Northern Ireland's segregated schooling system senseless and huge waste of cash, says Dunbar
Actor Adrian Dunbar has hit out at Northern Ireland's divided education system, claiming it is squandering millions of pounds.
The Line Of Duty star said it was costing a fortune to run separate schools - controlled and Catholic maintained - and even more to attempt to bring Protestants and Catholics together when they grow up.
Enniskillen-born Dunbar is a long-time champion of integrated education.
His comments came in an interview with the Sunday Times, which also included his views on the DUP's £1 billion deal to keep Theresa May's Conservative administration in power and Brexit.
Dunbar, who turns 60 next year, said: "Integrated education should be the norm - I'm passionate about that.
"The current system doesn't make any sense.
"We pay millions of pounds to separate Catholic and Protestant children, and even more millions on attempting to bring them together as adults.
"You can't make someone fear another person if they shared a desk for seven years."
Two more seasons of the BBC hit series Line Of Duty, which is filmed in Northern Ireland, have been commissioned.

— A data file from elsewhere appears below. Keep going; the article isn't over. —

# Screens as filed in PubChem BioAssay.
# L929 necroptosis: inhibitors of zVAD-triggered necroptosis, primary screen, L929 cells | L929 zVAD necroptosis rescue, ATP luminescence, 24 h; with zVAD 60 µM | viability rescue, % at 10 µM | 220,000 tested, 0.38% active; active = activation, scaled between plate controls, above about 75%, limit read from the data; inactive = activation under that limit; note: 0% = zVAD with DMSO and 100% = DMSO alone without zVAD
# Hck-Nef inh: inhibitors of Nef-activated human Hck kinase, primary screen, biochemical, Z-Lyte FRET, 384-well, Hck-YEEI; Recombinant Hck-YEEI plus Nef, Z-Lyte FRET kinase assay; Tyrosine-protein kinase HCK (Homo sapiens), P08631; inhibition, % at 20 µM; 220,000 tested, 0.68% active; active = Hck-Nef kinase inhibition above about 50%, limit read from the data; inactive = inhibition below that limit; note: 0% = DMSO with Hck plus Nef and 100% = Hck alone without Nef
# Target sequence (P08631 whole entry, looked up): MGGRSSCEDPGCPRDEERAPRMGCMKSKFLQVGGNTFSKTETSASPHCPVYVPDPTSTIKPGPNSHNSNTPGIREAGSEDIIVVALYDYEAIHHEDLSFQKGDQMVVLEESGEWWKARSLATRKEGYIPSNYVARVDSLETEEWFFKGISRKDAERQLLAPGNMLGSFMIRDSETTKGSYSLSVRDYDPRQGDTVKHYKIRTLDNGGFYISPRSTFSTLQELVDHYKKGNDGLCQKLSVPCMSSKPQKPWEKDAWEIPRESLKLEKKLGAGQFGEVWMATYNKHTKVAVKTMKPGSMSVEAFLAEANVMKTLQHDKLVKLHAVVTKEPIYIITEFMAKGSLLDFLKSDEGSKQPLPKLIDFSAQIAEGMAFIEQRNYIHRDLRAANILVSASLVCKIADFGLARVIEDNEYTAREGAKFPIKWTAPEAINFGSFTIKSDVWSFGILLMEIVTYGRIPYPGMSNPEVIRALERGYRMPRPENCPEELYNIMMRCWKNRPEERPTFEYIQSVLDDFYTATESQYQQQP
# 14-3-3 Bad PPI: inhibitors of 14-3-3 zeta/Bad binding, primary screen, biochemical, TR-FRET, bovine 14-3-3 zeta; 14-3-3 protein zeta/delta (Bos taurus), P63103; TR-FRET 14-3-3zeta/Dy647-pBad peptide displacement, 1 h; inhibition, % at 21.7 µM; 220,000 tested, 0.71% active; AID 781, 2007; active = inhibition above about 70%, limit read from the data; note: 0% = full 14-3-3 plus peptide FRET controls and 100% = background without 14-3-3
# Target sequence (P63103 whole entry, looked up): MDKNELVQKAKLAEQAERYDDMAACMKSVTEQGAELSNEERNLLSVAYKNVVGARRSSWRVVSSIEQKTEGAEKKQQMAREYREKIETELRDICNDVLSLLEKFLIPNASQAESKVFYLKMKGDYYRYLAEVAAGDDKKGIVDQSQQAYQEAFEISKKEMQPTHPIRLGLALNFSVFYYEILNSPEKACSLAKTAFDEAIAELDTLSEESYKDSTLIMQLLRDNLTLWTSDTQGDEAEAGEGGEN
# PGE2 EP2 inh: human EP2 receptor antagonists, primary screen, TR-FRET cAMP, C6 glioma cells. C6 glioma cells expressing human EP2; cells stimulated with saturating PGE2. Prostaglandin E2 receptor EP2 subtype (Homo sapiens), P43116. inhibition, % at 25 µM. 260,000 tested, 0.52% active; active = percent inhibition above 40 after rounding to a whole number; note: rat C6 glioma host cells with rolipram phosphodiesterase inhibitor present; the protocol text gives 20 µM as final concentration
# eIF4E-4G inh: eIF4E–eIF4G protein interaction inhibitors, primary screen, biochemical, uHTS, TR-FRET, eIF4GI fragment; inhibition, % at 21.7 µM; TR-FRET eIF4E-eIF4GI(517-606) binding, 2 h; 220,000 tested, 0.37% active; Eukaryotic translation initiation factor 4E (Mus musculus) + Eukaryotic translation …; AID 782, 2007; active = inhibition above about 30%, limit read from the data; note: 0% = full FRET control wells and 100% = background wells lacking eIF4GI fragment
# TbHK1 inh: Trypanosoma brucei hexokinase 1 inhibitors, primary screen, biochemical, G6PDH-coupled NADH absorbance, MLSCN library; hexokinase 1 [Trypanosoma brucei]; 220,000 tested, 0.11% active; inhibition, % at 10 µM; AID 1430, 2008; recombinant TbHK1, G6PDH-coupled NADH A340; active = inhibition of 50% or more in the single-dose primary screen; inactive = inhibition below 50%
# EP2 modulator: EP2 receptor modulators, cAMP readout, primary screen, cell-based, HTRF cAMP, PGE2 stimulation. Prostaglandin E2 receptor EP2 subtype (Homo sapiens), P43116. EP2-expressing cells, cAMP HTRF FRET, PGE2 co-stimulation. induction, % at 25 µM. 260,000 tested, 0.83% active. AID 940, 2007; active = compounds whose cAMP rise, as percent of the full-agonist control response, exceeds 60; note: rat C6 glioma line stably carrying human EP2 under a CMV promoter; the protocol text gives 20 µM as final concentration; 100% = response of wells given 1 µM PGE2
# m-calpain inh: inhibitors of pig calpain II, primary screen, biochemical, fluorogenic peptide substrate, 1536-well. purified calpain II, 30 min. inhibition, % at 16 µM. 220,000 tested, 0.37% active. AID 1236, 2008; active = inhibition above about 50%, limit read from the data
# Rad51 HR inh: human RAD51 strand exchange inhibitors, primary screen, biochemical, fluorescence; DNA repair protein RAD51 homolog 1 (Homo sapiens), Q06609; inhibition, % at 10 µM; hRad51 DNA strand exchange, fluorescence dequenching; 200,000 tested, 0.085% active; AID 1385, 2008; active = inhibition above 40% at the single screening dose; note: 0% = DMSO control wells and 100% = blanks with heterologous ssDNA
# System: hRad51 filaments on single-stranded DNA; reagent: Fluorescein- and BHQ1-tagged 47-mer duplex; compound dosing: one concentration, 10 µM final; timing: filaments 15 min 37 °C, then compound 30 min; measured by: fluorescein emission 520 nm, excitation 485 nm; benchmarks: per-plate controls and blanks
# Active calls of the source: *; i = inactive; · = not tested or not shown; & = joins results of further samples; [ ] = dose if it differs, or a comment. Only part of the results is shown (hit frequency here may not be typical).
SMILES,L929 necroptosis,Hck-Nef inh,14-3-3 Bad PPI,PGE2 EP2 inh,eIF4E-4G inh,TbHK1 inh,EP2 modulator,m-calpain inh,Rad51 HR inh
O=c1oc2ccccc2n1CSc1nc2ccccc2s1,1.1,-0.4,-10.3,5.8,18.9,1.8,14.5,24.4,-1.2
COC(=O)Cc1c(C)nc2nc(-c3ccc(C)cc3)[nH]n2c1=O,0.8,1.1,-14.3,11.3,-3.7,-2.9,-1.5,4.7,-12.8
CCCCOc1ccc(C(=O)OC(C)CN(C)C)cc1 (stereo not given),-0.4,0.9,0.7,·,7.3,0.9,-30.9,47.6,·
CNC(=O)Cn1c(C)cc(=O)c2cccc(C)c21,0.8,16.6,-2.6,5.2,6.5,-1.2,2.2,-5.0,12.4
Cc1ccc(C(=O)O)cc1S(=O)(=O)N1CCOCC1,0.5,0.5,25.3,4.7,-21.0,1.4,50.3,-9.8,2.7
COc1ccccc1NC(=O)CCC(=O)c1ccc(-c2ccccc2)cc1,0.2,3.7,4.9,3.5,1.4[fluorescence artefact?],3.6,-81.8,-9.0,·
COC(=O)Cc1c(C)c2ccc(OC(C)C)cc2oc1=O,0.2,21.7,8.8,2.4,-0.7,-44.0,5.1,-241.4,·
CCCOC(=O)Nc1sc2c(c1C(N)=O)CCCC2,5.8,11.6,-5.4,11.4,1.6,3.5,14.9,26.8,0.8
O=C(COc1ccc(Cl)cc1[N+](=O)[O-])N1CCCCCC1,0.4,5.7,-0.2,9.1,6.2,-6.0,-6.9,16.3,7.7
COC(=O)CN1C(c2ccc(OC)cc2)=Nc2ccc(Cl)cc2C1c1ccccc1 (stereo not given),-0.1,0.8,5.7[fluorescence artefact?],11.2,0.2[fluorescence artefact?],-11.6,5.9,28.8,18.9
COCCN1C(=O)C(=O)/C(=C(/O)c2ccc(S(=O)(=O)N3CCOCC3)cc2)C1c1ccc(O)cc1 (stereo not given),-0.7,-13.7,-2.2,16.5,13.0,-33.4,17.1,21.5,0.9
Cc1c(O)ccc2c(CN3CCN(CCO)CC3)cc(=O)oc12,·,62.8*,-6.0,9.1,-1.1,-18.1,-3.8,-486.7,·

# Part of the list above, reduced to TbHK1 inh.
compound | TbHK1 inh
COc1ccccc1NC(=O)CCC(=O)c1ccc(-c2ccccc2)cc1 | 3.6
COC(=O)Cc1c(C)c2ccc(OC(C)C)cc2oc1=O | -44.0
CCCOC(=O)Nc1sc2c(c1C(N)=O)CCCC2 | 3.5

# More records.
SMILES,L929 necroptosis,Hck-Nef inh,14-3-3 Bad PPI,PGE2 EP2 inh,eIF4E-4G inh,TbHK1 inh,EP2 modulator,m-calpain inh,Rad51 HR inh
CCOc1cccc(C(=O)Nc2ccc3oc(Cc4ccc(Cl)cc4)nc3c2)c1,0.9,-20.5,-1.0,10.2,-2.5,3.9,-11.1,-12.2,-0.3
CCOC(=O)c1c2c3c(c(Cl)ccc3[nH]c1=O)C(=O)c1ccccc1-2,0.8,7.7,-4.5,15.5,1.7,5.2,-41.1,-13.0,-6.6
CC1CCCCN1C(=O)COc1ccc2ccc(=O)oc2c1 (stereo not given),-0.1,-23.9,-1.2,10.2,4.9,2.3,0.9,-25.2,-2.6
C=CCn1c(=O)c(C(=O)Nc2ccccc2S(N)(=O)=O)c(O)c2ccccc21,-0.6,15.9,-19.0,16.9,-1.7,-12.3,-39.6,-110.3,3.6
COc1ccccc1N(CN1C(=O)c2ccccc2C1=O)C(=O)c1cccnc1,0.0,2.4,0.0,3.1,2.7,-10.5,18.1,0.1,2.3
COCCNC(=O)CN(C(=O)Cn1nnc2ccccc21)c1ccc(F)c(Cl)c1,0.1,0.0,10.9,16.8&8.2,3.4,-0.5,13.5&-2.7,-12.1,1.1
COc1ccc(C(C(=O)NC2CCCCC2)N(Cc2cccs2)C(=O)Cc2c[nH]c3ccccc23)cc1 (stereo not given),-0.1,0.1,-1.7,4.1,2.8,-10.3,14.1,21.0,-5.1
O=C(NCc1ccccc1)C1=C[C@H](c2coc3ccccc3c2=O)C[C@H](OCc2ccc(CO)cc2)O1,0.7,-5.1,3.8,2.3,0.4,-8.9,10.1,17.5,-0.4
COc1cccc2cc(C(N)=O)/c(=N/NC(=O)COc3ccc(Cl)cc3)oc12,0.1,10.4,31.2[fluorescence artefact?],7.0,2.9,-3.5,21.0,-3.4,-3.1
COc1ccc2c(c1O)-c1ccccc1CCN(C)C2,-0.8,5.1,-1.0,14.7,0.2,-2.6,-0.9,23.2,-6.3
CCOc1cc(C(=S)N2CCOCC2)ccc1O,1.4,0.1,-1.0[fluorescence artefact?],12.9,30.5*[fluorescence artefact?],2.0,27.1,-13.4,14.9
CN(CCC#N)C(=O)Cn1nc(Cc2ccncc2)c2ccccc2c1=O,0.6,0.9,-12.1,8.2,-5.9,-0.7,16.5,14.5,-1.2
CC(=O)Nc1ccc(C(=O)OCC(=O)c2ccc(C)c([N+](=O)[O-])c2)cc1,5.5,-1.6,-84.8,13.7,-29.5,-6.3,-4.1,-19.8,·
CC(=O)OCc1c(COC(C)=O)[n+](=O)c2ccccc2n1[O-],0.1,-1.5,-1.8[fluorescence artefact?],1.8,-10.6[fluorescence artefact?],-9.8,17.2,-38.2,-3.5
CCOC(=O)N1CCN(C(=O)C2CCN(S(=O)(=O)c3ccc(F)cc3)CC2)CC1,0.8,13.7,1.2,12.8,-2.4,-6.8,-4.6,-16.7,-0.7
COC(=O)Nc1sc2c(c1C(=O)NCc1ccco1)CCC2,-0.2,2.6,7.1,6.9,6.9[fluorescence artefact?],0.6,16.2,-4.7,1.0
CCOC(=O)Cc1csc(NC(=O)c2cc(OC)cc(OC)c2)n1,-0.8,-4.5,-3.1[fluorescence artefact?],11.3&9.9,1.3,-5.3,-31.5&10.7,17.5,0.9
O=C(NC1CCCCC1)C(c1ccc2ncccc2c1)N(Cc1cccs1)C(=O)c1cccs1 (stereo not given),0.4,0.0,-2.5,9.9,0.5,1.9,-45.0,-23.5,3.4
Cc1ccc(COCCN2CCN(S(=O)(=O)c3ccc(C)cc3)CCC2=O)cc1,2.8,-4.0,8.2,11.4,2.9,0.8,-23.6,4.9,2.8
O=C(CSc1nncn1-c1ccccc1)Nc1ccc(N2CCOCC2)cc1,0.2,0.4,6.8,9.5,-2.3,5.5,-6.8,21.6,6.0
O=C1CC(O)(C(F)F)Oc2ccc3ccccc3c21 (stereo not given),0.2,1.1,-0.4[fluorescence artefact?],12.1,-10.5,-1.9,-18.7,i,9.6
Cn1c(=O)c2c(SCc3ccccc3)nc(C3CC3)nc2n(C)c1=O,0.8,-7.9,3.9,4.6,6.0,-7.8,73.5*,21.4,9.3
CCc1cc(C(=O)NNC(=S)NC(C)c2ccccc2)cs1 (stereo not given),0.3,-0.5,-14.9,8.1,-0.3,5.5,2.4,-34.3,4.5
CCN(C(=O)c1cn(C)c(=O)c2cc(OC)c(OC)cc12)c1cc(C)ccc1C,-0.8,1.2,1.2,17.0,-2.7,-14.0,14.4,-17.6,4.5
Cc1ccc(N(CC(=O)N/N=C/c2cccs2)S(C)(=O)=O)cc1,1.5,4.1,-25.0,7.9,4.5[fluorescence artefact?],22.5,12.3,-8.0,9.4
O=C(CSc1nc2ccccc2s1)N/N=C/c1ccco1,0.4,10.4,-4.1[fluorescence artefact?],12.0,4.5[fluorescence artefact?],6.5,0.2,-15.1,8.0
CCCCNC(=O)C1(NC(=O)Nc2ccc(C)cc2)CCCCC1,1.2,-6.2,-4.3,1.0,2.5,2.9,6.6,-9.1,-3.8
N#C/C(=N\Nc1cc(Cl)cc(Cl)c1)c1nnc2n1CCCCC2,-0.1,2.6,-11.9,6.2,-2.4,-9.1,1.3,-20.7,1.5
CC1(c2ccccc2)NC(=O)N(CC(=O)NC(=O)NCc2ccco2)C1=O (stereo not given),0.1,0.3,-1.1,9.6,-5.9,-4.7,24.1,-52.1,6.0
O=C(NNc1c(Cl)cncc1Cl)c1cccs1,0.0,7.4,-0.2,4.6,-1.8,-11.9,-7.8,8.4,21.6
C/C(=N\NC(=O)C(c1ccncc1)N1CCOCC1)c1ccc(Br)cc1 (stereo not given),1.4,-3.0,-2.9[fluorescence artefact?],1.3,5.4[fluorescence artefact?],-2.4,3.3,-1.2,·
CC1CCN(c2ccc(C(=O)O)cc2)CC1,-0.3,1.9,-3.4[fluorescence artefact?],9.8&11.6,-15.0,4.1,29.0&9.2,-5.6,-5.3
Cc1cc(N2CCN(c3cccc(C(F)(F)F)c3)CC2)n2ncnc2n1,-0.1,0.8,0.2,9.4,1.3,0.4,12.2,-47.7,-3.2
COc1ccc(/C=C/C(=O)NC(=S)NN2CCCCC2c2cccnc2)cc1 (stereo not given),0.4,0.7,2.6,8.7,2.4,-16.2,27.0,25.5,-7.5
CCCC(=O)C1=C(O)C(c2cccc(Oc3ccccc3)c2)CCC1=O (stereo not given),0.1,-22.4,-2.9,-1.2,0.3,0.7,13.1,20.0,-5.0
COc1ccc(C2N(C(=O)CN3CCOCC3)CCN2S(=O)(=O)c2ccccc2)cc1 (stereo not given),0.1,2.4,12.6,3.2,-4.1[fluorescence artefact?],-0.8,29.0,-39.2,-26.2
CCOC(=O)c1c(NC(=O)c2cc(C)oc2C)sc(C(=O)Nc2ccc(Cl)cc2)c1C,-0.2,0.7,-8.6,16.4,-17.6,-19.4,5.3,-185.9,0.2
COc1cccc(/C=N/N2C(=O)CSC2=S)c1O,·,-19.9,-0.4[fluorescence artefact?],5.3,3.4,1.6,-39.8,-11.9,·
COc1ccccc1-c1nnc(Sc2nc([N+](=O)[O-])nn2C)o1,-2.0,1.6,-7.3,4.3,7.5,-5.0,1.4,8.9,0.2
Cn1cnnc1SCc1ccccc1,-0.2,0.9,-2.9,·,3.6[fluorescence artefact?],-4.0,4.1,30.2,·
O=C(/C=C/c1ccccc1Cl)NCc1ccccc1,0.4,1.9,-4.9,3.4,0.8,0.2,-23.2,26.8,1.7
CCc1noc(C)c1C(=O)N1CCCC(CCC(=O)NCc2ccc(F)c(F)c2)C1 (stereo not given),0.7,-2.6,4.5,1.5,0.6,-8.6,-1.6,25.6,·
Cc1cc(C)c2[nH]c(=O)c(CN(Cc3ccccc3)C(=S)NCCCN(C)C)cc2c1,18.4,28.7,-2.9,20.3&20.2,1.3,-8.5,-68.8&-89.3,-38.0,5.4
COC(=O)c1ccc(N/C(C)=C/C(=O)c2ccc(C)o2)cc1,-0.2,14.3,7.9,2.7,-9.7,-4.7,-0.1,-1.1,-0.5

Dunbar's acclaimed performance as Superintendent Ted Hastings, whose accent and 'Ulsterisms' have become a popular feature of the programme, have revived his long theatre, television and cinema career.
He revealed he based Hastings' character on the Scottish football legends Jock Stein and Alex Ferguson, who he said were "wonderful man managers".
Turning to politics, Dunbar said he voted in last year's referendum to remain in the EU, and supported a second vote on the issue. On the morning of the Brexit result last June, he said everyone was "deflated".
"It was like there had been a death in the family. I don't think we should shy away from a second referendum," he said.
Dunbar revealed he has been fielding a lot of questions in London about the DUP.
"Yes, people are inquisitive about Arlene Foster and the rest," he explained.
"In terms of human rights, for example, they are regressive by any standards. Liberal London is bewildered."
Despite his new national stardom, Dunbar has not forgotten local acting and, in particular, his role with the now-annual Enniskillen International Festival for Samuel Beckett.
Despite funding cuts "we're managing to put on a very reduced programme", he added.